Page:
18. Analysis of PTEN, BRAF and PI3K status for determination of benefit from cetuximab therapy in metastatic colorectal cancer patients refractory to chemotherapy with wild-type KRAS.

    PubMed

    Tural, Deniz; Batur, Sebnem; Erdamar, Sibel; Akar, Emre; Kepil, Nuray; Mandel, Nil Molinas; Serdengeçti, Süheyla

    2014-02-01

    We investigated predictive values of BRAF, PI3K and PTEN in cetuximab responses in KRAS wild-type (+) chemotherapy refractory, metastatic colorectal cancer (CRC) patients. Primary tumour tissues of 41 KRAS wild-type mCRC patients receiving cetuximab-based chemotherapy were investigated for PI3K, PTEN, KRAS and BRAF mutations. Progression-free survival (PFS) and overall survival (OS) periods were calculated with Kaplan-Meier method and the Cox proportional hazards model was used. PTEN and PI3K expressions were 63 and 42 %, respectively. BRAF mutation was observed as 9.8 % among patients. Tumours with BRAF mutation had statistically lower response rates (RR) for cetuximab-based treatment than tumours with BRAF wild type (0 vs. 58 %, p = 0.02). PTEN expressing tumours had statistically higher RR for cetuximab-based treatment than tumours with PTEN loss (42 vs. 12 %, p = 0.04). PI3K expression had worse significant effect on cetuximab RR than PI3K non-expressed tumours (15 vs. 44 %, p = 0.023). Median PFS was significantly longer in patients with PTEN expression (14 months) than in patients with PTEN loss (5 months) (HR, 0.4; p = 0.028). Median PFS was significantly longer in patients with PI3K non-expression (15.2 months) than in patients with PI3K expression (4.1 months) (HR, 0.31; p = 0.001). Significant difference in PFS and OS between patients with BRAF mutated and BRAF wild-type tumours was not detected. However, patients with PTEN expression had significantly longer OS (15.1 months) than patients with PTEN loss tumour (9.9 months) (HR, 0.34; p = 0.008). Patients without PI3K expression had significantly longer OS (18.2 months) than patients with PI3K expression (10.1 months) (HR, 0.27; p = 0.001). Multivariate analyses revealed that PTEN expression (HR, 0.48; p = 0.02) and absence of PI3K expression (HR, 0.2; p = 0.001) were independent prognostic factors for increased PFS. Similarly, PTEN overexpression (HR, 0.62; p = 0.03) and absence of PI3K expression (HR, 0

  19. Phase II study of gemcitabine, oxaliplatin in combination with panitumumab in KRAS wild-type unresectable or metastatic biliary tract and gallbladder cancer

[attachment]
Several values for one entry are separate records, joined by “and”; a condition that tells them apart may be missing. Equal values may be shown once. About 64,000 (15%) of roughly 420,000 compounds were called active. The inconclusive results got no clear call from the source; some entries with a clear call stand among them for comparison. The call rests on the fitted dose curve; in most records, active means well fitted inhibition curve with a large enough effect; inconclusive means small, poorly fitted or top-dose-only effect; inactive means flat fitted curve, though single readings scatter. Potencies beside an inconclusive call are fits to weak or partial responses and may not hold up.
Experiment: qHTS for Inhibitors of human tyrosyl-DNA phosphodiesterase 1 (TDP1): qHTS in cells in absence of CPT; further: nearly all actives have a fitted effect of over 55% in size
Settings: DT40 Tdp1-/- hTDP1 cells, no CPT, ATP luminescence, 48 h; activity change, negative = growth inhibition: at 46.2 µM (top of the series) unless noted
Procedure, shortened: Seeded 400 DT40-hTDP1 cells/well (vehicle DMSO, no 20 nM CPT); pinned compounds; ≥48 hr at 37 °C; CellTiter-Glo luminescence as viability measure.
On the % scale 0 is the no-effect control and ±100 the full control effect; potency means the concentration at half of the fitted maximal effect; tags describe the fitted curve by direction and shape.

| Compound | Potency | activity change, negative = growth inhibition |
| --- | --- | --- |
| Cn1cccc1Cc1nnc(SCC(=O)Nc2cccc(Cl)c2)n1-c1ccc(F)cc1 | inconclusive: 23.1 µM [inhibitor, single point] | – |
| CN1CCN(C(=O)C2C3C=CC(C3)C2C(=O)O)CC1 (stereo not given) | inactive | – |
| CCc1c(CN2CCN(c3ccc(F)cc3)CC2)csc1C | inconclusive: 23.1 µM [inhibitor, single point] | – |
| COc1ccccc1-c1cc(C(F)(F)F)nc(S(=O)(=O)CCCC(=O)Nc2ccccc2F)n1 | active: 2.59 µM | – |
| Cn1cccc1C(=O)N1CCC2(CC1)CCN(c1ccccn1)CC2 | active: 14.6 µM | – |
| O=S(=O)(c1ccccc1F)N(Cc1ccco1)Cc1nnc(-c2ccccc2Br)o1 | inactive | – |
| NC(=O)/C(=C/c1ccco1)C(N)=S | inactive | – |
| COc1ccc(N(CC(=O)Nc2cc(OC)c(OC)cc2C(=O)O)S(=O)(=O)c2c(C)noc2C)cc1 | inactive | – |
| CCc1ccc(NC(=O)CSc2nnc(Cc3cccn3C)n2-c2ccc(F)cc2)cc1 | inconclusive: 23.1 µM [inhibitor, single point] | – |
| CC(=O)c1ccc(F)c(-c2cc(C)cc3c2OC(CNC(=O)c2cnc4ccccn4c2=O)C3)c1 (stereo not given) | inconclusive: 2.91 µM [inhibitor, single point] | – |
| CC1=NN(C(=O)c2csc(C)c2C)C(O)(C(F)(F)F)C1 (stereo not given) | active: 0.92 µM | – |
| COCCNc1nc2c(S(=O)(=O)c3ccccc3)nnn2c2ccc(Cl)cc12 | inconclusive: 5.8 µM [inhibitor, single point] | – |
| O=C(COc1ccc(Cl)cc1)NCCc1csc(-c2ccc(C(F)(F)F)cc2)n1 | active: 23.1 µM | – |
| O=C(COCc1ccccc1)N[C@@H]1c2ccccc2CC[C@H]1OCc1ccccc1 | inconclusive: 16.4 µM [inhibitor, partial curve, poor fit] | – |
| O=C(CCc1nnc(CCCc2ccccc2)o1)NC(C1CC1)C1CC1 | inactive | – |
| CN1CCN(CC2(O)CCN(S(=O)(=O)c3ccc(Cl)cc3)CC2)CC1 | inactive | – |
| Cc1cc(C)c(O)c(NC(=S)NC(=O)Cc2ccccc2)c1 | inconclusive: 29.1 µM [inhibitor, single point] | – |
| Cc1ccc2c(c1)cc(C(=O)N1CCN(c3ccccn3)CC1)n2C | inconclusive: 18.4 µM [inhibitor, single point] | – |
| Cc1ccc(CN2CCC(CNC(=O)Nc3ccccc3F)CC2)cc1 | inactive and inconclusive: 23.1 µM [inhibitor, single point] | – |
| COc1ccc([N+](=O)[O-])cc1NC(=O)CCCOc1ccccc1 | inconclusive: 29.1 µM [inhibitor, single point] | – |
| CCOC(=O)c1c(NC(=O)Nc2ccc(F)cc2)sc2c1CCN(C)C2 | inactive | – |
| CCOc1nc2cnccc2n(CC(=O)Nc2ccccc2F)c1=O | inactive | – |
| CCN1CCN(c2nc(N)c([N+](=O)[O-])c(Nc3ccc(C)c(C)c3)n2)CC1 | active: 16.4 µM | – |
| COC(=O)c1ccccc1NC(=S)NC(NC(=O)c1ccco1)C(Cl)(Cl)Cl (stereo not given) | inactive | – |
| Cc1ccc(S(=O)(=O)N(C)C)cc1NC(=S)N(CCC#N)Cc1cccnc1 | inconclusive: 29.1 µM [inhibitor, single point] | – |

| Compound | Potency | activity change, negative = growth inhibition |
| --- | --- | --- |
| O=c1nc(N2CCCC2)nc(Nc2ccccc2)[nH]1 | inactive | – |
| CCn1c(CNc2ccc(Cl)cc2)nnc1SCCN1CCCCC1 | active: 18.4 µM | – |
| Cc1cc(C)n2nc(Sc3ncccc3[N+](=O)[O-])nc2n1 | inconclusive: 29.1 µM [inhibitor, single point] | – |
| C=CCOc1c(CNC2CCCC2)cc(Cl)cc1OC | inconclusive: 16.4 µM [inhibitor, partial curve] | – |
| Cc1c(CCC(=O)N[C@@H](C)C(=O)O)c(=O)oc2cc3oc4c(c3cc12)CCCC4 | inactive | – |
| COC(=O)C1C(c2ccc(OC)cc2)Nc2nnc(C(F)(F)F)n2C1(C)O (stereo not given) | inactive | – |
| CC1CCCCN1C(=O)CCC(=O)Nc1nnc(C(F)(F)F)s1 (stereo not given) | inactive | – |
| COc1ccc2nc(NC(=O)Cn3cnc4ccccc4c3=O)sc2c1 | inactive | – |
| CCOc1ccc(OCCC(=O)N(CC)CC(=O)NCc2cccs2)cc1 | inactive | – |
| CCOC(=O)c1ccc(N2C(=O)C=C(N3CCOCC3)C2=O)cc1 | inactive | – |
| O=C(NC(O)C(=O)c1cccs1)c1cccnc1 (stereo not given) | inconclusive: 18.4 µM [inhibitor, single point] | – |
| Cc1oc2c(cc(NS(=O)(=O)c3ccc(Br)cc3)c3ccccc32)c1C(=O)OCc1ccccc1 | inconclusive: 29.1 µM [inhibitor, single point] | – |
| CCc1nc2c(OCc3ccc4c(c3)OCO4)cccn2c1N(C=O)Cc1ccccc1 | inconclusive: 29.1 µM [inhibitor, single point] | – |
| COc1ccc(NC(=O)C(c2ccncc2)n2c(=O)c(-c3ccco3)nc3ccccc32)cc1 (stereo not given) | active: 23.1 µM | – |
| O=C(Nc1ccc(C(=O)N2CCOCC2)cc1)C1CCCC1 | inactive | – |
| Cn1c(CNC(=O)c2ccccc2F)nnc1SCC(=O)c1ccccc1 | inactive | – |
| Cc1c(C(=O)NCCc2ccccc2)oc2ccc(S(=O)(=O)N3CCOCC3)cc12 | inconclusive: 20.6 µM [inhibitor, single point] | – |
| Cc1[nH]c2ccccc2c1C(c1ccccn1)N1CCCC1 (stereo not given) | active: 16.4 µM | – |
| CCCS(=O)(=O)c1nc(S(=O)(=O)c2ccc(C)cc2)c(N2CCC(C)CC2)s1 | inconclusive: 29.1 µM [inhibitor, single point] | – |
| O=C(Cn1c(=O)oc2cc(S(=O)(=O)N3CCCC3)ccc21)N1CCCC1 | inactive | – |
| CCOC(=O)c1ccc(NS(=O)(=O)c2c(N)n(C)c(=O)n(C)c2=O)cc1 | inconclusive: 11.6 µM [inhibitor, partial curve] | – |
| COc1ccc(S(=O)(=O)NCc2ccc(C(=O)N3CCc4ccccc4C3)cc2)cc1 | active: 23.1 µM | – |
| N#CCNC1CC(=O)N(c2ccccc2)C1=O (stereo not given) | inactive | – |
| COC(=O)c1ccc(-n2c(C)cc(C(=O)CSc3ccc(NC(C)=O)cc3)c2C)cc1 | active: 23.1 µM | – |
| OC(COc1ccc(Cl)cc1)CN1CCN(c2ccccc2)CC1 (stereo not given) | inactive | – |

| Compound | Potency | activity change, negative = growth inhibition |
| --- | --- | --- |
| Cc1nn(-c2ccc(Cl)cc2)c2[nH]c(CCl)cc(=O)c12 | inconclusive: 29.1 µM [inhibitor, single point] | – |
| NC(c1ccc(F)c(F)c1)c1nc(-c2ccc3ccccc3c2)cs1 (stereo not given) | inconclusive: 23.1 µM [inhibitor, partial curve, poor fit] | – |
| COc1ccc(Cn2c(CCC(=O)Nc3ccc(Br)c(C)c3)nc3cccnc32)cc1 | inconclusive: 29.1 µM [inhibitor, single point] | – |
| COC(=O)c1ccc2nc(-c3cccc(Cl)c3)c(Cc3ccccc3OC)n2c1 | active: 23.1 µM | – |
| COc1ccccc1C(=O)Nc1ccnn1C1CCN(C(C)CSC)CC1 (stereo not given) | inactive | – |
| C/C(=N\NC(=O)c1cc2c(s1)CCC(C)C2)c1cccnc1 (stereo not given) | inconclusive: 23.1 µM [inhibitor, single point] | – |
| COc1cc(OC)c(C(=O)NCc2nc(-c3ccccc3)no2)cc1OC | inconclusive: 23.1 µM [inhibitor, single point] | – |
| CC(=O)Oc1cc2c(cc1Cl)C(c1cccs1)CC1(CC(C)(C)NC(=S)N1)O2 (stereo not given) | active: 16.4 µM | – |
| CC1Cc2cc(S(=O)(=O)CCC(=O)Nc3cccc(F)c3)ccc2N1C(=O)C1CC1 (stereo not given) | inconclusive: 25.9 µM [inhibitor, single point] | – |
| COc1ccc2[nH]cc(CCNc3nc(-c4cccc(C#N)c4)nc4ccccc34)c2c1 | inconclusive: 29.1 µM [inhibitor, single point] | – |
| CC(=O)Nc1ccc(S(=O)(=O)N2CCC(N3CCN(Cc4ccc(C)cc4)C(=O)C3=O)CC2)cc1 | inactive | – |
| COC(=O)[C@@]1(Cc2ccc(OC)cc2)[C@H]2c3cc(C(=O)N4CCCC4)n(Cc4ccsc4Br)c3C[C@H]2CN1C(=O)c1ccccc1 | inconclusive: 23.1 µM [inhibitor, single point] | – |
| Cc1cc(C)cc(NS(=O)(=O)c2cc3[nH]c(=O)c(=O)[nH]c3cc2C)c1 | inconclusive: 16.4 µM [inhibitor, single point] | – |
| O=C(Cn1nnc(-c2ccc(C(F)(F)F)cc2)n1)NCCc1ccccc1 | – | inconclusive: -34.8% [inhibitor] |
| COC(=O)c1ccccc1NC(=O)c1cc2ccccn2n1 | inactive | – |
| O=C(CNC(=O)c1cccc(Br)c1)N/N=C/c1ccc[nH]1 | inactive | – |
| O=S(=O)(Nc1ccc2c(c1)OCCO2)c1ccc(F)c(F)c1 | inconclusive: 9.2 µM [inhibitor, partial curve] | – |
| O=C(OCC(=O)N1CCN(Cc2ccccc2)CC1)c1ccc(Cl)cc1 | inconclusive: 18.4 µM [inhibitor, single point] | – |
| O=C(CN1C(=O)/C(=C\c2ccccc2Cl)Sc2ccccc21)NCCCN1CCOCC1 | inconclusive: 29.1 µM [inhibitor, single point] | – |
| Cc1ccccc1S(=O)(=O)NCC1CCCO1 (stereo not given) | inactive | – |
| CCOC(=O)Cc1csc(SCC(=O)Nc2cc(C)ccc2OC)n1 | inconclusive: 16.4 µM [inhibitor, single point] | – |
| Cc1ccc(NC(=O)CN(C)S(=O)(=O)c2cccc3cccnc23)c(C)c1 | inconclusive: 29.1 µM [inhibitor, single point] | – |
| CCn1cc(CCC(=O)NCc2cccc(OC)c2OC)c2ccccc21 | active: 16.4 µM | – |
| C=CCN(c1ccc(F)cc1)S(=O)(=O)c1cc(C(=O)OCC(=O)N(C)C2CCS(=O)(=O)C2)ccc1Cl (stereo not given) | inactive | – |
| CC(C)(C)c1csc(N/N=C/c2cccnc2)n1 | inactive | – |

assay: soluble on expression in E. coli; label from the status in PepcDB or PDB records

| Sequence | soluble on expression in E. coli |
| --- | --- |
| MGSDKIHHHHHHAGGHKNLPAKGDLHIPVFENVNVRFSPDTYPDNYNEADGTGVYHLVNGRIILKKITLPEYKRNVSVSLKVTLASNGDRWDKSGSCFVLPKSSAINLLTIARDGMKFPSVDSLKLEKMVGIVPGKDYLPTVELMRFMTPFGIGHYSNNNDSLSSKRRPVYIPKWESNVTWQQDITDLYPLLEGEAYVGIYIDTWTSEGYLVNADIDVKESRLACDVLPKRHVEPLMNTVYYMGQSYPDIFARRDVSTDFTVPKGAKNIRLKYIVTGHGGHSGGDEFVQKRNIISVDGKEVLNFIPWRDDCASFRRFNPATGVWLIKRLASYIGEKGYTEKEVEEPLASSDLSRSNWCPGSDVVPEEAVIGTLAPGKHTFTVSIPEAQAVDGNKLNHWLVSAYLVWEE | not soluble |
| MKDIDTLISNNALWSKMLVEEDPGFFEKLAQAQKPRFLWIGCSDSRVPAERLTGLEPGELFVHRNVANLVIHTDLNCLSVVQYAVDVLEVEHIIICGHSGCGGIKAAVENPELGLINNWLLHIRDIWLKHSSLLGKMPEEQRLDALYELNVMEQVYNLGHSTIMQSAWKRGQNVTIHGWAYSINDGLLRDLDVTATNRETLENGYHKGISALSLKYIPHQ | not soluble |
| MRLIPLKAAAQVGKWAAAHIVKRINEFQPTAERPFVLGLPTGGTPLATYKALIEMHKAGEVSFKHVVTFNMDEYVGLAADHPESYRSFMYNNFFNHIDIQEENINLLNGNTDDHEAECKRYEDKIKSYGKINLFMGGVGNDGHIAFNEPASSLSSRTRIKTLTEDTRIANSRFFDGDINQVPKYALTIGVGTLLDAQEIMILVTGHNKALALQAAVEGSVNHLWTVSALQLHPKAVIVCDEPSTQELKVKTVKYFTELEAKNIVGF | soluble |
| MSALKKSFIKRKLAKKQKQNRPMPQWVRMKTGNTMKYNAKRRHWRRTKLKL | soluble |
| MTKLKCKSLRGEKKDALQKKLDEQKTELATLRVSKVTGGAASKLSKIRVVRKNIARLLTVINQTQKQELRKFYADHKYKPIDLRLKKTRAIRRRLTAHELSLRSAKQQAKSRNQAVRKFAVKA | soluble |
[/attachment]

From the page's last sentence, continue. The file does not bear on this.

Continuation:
PubMed Central

    Hezel, A F; Noel, M S; Allen, J N; Abrams, T A; Yurgelun, M; Faris, J E; Goyal, L; Clark, J W; Blaszkowsky, L S; Murphy, J E; Zheng, H; Khorana, A A; Connolly, G C; Hyrien, O; Baran, A; Herr, M; Ng, K; Sheehan, S; Harris, D J; Regan, E; Borger, D R; Iafrate, A J; Fuchs, C; Ryan, D P; Zhu, A X

    2014-01-01

    Background: Current data suggest that platinum-based combination therapy is the standard first-line treatment for biliary tract cancer. EGFR inhibition has proven beneficial across a number of gastrointestinal malignancies; and has shown specific advantages among KRAS wild-type genetic subtypes of colon cancer. We report the combination of panitumumab with gemcitabine (GEM) and oxaliplatin (OX) as first-line therapy for KRAS wild-type biliary tract cancer. Methods: Patients with histologically confirmed, previously untreated, unresectable or metastatic KRAS wild-type biliary tract or gallbladder adenocarcinoma with ECOG performance status 0–2 were treated with panitumumab 6 mg kg−1, GEM 1000 mg m−2 (10 mg m−2 min−1) and OX 85 mg m−2 on days 1 and 15 of each 28-day cycle. The primary objective was to determine the objective response rate by RECIST criteria v.1.1. Secondary objectives were to evaluate toxicity, progression-free survival (PFS), and overall survival. Results: Thirty-one patients received at least one cycle of treatment across three institutions, 28 had measurable disease. Response rate was 45% and disease control rate was 90%. Median PFS was 10.6 months (95% CI 5–24 months) and median overall survival 20.3 months (95% CI 9–25 months). The most common grade 3/4 adverse events were anaemia 26%, leukopenia 23%, fatigue 23%, neuropathy 16% and rash 10%. Conclusions: The combination of gemcitabine, oxaliplatin and panitumumab in KRAS wild type metastatic biliary tract cancer showed encouraging efficacy, additional efforts of genetic stratification and targeted therapy is warranted in biliary tract cancer. PMID:24960403